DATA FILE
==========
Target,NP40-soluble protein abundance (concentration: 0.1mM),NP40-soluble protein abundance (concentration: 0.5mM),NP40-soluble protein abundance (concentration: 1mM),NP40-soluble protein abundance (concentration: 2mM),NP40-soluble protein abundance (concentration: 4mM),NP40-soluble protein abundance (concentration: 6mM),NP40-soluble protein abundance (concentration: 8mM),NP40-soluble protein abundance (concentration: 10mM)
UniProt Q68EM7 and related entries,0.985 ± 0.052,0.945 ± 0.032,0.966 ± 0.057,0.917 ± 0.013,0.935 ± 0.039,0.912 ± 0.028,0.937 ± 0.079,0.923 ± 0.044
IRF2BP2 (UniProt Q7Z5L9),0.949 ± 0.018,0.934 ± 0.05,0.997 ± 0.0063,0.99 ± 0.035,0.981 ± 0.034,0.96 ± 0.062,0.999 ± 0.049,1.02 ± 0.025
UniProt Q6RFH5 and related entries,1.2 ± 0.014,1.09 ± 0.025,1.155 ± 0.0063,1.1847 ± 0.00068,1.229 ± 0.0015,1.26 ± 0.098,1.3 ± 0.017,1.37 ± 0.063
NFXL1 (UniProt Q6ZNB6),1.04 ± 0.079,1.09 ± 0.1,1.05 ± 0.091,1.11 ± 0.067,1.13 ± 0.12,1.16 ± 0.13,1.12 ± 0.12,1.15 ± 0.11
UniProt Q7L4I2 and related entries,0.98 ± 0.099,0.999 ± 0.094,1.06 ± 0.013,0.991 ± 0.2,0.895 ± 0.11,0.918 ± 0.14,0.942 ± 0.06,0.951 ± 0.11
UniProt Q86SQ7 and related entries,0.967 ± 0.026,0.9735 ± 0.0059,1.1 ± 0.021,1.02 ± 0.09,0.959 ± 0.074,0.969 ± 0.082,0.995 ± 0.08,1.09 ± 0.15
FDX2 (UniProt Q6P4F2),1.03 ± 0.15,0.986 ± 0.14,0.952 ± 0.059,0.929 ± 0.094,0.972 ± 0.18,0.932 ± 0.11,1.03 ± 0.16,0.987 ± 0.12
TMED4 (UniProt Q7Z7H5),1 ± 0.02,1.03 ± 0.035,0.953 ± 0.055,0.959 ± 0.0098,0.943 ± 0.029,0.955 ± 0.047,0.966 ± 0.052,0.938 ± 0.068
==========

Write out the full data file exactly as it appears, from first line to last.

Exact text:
Target,NP40-soluble protein abundance (concentration: 0.1mM),NP40-soluble protein abundance (concentration: 0.5mM),NP40-soluble protein abundance (concentration: 1mM),NP40-soluble protein abundance (concentration: 2mM),NP40-soluble protein abundance (concentration: 4mM),NP40-soluble protein abundance (concentration: 6mM),NP40-soluble protein abundance (concentration: 8mM),NP40-soluble protein abundance (concentration: 10mM)
UniProt Q68EM7 and related entries,0.985 ± 0.052,0.945 ± 0.032,0.966 ± 0.057,0.917 ± 0.013,0.935 ± 0.039,0.912 ± 0.028,0.937 ± 0.079,0.923 ± 0.044
IRF2BP2 (UniProt Q7Z5L9),0.949 ± 0.018,0.934 ± 0.05,0.997 ± 0.0063,0.99 ± 0.035,0.981 ± 0.034,0.96 ± 0.062,0.999 ± 0.049,1.02 ± 0.025
UniProt Q6RFH5 and related entries,1.2 ± 0.014,1.09 ± 0.025,1.155 ± 0.0063,1.1847 ± 0.00068,1.229 ± 0.0015,1.26 ± 0.098,1.3 ± 0.017,1.37 ± 0.063
NFXL1 (UniProt Q6ZNB6),1.04 ± 0.079,1.09 ± 0.1,1.05 ± 0.091,1.11 ± 0.067,1.13 ± 0.12,1.16 ± 0.13,1.12 ± 0.12,1.15 ± 0.11
UniProt Q7L4I2 and related entries,0.98 ± 0.099,0.999 ± 0.094,1.06 ± 0.013,0.991 ± 0.2,0.895 ± 0.11,0.918 ± 0.14,0.942 ± 0.06,0.951 ± 0.11
UniProt Q86SQ7 and related entries,0.967 ± 0.026,0.9735 ± 0.0059,1.1 ± 0.021,1.02 ± 0.09,0.959 ± 0.074,0.969 ± 0.082,0.995 ± 0.08,1.09 ± 0.15
FDX2 (UniProt Q6P4F2),1.03 ± 0.15,0.986 ± 0.14,0.952 ± 0.059,0.929 ± 0.094,0.972 ± 0.18,0.932 ± 0.11,1.03 ± 0.16,0.987 ± 0.12
TMED4 (UniProt Q7Z7H5),1 ± 0.02,1.03 ± 0.035,0.953 ± 0.055,0.959 ± 0.0098,0.943 ± 0.029,0.955 ± 0.047,0.966 ± 0.052,0.938 ± 0.068